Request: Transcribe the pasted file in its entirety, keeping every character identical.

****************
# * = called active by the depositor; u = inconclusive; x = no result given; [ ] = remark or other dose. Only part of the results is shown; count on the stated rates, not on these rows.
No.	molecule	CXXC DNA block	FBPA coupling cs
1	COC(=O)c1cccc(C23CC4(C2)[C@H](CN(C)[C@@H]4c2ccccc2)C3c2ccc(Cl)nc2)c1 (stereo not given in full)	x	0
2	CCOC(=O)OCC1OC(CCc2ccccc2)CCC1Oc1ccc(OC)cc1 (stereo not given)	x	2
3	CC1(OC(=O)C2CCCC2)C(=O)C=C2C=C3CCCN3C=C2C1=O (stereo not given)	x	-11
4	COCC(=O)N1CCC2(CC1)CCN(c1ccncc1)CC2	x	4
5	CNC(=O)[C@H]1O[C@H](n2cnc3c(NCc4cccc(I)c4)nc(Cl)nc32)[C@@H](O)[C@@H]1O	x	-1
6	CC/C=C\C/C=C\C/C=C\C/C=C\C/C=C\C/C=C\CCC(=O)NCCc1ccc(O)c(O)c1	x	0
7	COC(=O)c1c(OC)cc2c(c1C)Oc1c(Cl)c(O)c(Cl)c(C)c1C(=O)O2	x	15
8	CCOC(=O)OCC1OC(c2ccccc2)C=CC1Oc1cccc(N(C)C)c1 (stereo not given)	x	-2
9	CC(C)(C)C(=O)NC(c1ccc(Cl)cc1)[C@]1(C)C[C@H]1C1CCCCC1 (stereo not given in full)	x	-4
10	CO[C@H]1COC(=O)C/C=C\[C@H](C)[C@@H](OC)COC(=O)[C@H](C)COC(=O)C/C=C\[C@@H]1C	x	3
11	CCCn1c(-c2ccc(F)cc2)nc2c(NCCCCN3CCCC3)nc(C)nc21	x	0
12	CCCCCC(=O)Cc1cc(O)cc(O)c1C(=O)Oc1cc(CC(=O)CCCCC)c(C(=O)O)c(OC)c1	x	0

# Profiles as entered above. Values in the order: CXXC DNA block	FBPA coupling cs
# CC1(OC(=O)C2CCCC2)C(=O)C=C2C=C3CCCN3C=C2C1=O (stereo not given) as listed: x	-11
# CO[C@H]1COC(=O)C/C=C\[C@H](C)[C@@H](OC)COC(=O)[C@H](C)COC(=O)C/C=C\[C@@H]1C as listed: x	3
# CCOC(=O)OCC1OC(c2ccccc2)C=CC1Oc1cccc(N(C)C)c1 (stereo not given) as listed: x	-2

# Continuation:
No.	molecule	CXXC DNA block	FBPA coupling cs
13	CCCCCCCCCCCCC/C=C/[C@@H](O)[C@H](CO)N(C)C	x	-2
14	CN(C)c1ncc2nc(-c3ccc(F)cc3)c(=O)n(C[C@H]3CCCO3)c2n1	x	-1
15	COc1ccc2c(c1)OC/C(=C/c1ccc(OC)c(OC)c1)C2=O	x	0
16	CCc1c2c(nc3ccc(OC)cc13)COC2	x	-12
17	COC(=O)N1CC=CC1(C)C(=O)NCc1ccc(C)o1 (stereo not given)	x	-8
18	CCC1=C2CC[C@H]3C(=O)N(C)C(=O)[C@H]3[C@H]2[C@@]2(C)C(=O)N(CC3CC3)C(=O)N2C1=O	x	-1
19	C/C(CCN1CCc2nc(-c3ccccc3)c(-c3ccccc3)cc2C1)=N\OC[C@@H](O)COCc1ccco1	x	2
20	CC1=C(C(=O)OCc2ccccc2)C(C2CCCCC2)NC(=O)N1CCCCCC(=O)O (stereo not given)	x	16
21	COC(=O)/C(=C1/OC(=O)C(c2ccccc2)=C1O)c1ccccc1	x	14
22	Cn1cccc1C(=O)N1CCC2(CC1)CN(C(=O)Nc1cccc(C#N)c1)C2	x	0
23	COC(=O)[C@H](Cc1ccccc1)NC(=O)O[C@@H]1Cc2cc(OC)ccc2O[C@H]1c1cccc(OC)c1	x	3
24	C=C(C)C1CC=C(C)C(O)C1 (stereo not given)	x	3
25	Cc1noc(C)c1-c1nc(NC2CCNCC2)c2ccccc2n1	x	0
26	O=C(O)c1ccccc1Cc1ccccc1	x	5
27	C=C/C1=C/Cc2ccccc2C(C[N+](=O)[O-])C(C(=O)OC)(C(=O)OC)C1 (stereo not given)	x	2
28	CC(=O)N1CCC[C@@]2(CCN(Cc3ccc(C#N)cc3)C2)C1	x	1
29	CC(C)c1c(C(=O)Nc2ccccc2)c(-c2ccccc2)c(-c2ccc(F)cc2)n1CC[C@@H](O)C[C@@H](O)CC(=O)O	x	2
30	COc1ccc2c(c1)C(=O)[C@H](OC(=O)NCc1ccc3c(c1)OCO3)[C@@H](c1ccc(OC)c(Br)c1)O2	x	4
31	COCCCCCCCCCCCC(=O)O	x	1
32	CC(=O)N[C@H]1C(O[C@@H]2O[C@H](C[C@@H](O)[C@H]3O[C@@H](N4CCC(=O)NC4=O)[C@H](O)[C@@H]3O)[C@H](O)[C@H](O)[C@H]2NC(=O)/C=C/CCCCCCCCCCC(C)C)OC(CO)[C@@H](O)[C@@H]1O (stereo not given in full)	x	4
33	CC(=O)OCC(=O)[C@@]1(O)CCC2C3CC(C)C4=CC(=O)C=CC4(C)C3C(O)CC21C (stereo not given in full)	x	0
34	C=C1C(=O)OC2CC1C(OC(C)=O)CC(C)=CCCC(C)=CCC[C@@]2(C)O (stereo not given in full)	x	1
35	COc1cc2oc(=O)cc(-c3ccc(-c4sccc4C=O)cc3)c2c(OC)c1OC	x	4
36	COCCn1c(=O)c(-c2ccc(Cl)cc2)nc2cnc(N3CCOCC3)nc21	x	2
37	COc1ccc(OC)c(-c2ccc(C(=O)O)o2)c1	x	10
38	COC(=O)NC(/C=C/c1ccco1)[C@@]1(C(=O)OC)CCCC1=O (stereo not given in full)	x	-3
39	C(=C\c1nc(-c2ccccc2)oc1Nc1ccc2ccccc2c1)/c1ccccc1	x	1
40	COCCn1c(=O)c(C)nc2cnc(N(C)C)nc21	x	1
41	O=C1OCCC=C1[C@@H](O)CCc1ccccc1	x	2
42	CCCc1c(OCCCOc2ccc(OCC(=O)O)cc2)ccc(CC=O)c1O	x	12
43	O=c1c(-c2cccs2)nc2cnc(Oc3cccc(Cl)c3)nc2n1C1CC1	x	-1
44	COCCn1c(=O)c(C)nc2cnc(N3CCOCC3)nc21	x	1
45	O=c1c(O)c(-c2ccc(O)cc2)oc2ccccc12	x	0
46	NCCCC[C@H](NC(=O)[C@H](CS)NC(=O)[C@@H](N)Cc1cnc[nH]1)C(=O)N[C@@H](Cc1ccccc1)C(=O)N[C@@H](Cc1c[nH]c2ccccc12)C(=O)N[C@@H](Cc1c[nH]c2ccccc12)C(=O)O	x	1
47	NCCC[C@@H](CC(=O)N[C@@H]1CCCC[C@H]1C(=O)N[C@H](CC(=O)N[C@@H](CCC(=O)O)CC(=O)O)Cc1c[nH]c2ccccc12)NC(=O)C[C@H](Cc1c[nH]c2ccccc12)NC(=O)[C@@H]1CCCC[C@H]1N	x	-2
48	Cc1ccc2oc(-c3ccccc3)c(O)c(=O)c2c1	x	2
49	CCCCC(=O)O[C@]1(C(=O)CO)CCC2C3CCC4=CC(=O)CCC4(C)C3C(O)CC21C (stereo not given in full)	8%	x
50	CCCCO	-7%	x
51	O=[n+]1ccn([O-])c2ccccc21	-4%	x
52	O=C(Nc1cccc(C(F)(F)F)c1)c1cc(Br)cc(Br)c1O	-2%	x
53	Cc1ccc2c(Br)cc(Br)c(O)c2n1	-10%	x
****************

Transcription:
# * = called active by the depositor; u = inconclusive; x = no result given; [ ] = remark or other dose. Only part of the results is shown; count on the stated rates, not on these rows.
No.	molecule	CXXC DNA block	FBPA coupling cs
1	COC(=O)c1cccc(C23CC4(C2)[C@H](CN(C)[C@@H]4c2ccccc2)C3c2ccc(Cl)nc2)c1 (stereo not given in full)	x	0
2	CCOC(=O)OCC1OC(CCc2ccccc2)CCC1Oc1ccc(OC)cc1 (stereo not given)	x	2
3	CC1(OC(=O)C2CCCC2)C(=O)C=C2C=C3CCCN3C=C2C1=O (stereo not given)	x	-11
4	COCC(=O)N1CCC2(CC1)CCN(c1ccncc1)CC2	x	4
5	CNC(=O)[C@H]1O[C@H](n2cnc3c(NCc4cccc(I)c4)nc(Cl)nc32)[C@@H](O)[C@@H]1O	x	-1
6	CC/C=C\C/C=C\C/C=C\C/C=C\C/C=C\C/C=C\CCC(=O)NCCc1ccc(O)c(O)c1	x	0
7	COC(=O)c1c(OC)cc2c(c1C)Oc1c(Cl)c(O)c(Cl)c(C)c1C(=O)O2	x	15
8	CCOC(=O)OCC1OC(c2ccccc2)C=CC1Oc1cccc(N(C)C)c1 (stereo not given)	x	-2
9	CC(C)(C)C(=O)NC(c1ccc(Cl)cc1)[C@]1(C)C[C@H]1C1CCCCC1 (stereo not given in full)	x	-4
10	CO[C@H]1COC(=O)C/C=C\[C@H](C)[C@@H](OC)COC(=O)[C@H](C)COC(=O)C/C=C\[C@@H]1C	x	3
11	CCCn1c(-c2ccc(F)cc2)nc2c(NCCCCN3CCCC3)nc(C)nc21	x	0
12	CCCCCC(=O)Cc1cc(O)cc(O)c1C(=O)Oc1cc(CC(=O)CCCCC)c(C(=O)O)c(OC)c1	x	0

# Profiles as entered above. Values in the order: CXXC DNA block	FBPA coupling cs
# CC1(OC(=O)C2CCCC2)C(=O)C=C2C=C3CCCN3C=C2C1=O (stereo not given) as listed: x	-11
# CO[C@H]1COC(=O)C/C=C\[C@H](C)[C@@H](OC)COC(=O)[C@H](C)COC(=O)C/C=C\[C@@H]1C as listed: x	3
# CCOC(=O)OCC1OC(c2ccccc2)C=CC1Oc1cccc(N(C)C)c1 (stereo not given) as listed: x	-2

# Continuation:
No.	molecule	CXXC DNA block	FBPA coupling cs
13	CCCCCCCCCCCCC/C=C/[C@@H](O)[C@H](CO)N(C)C	x	-2
14	CN(C)c1ncc2nc(-c3ccc(F)cc3)c(=O)n(C[C@H]3CCCO3)c2n1	x	-1
15	COc1ccc2c(c1)OC/C(=C/c1ccc(OC)c(OC)c1)C2=O	x	0
16	CCc1c2c(nc3ccc(OC)cc13)COC2	x	-12
17	COC(=O)N1CC=CC1(C)C(=O)NCc1ccc(C)o1 (stereo not given)	x	-8
18	CCC1=C2CC[C@H]3C(=O)N(C)C(=O)[C@H]3[C@H]2[C@@]2(C)C(=O)N(CC3CC3)C(=O)N2C1=O	x	-1
19	C/C(CCN1CCc2nc(-c3ccccc3)c(-c3ccccc3)cc2C1)=N\OC[C@@H](O)COCc1ccco1	x	2
20	CC1=C(C(=O)OCc2ccccc2)C(C2CCCCC2)NC(=O)N1CCCCCC(=O)O (stereo not given)	x	16
21	COC(=O)/C(=C1/OC(=O)C(c2ccccc2)=C1O)c1ccccc1	x	14
22	Cn1cccc1C(=O)N1CCC2(CC1)CN(C(=O)Nc1cccc(C#N)c1)C2	x	0
23	COC(=O)[C@H](Cc1ccccc1)NC(=O)O[C@@H]1Cc2cc(OC)ccc2O[C@H]1c1cccc(OC)c1	x	3
24	C=C(C)C1CC=C(C)C(O)C1 (stereo not given)	x	3
25	Cc1noc(C)c1-c1nc(NC2CCNCC2)c2ccccc2n1	x	0
26	O=C(O)c1ccccc1Cc1ccccc1	x	5
27	C=C/C1=C/Cc2ccccc2C(C[N+](=O)[O-])C(C(=O)OC)(C(=O)OC)C1 (stereo not given)	x	2
28	CC(=O)N1CCC[C@@]2(CCN(Cc3ccc(C#N)cc3)C2)C1	x	1
29	CC(C)c1c(C(=O)Nc2ccccc2)c(-c2ccccc2)c(-c2ccc(F)cc2)n1CC[C@@H](O)C[C@@H](O)CC(=O)O	x	2
30	COc1ccc2c(c1)C(=O)[C@H](OC(=O)NCc1ccc3c(c1)OCO3)[C@@H](c1ccc(OC)c(Br)c1)O2	x	4
31	COCCCCCCCCCCCC(=O)O	x	1
32	CC(=O)N[C@H]1C(O[C@@H]2O[C@H](C[C@@H](O)[C@H]3O[C@@H](N4CCC(=O)NC4=O)[C@H](O)[C@@H]3O)[C@H](O)[C@H](O)[C@H]2NC(=O)/C=C/CCCCCCCCCCC(C)C)OC(CO)[C@@H](O)[C@@H]1O (stereo not given in full)	x	4
33	CC(=O)OCC(=O)[C@@]1(O)CCC2C3CC(C)C4=CC(=O)C=CC4(C)C3C(O)CC21C (stereo not given in full)	x	0
34	C=C1C(=O)OC2CC1C(OC(C)=O)CC(C)=CCCC(C)=CCC[C@@]2(C)O (stereo not given in full)	x	1
35	COc1cc2oc(=O)cc(-c3ccc(-c4sccc4C=O)cc3)c2c(OC)c1OC	x	4
36	COCCn1c(=O)c(-c2ccc(Cl)cc2)nc2cnc(N3CCOCC3)nc21	x	2
37	COc1ccc(OC)c(-c2ccc(C(=O)O)o2)c1	x	10
38	COC(=O)NC(/C=C/c1ccco1)[C@@]1(C(=O)OC)CCCC1=O (stereo not given in full)	x	-3
39	C(=C\c1nc(-c2ccccc2)oc1Nc1ccc2ccccc2c1)/c1ccccc1	x	1
40	COCCn1c(=O)c(C)nc2cnc(N(C)C)nc21	x	1
41	O=C1OCCC=C1[C@@H](O)CCc1ccccc1	x	2
42	CCCc1c(OCCCOc2ccc(OCC(=O)O)cc2)ccc(CC=O)c1O	x	12
43	O=c1c(-c2cccs2)nc2cnc(Oc3cccc(Cl)c3)nc2n1C1CC1	x	-1
44	COCCn1c(=O)c(C)nc2cnc(N3CCOCC3)nc21	x	1
45	O=c1c(O)c(-c2ccc(O)cc2)oc2ccccc12	x	0
46	NCCCC[C@H](NC(=O)[C@H](CS)NC(=O)[C@@H](N)Cc1cnc[nH]1)C(=O)N[C@@H](Cc1ccccc1)C(=O)N[C@@H](Cc1c[nH]c2ccccc12)C(=O)N[C@@H](Cc1c[nH]c2ccccc12)C(=O)O	x	1
47	NCCC[C@@H](CC(=O)N[C@@H]1CCCC[C@H]1C(=O)N[C@H](CC(=O)N[C@@H](CCC(=O)O)CC(=O)O)Cc1c[nH]c2ccccc12)NC(=O)C[C@H](Cc1c[nH]c2ccccc12)NC(=O)[C@@H]1CCCC[C@H]1N	x	-2
48	Cc1ccc2oc(-c3ccccc3)c(O)c(=O)c2c1	x	2
49	CCCCC(=O)O[C@]1(C(=O)CO)CCC2C3CCC4=CC(=O)CCC4(C)C3C(O)CC21C (stereo not given in full)	8%	x
50	CCCCO	-7%	x
51	O=[n+]1ccn([O-])c2ccccc21	-4%	x
52	O=C(Nc1cccc(C(F)(F)F)c1)c1cc(Br)cc(Br)c1O	-2%	x
53	Cc1ccc2c(Br)cc(Br)c(O)c2n1	-10%	x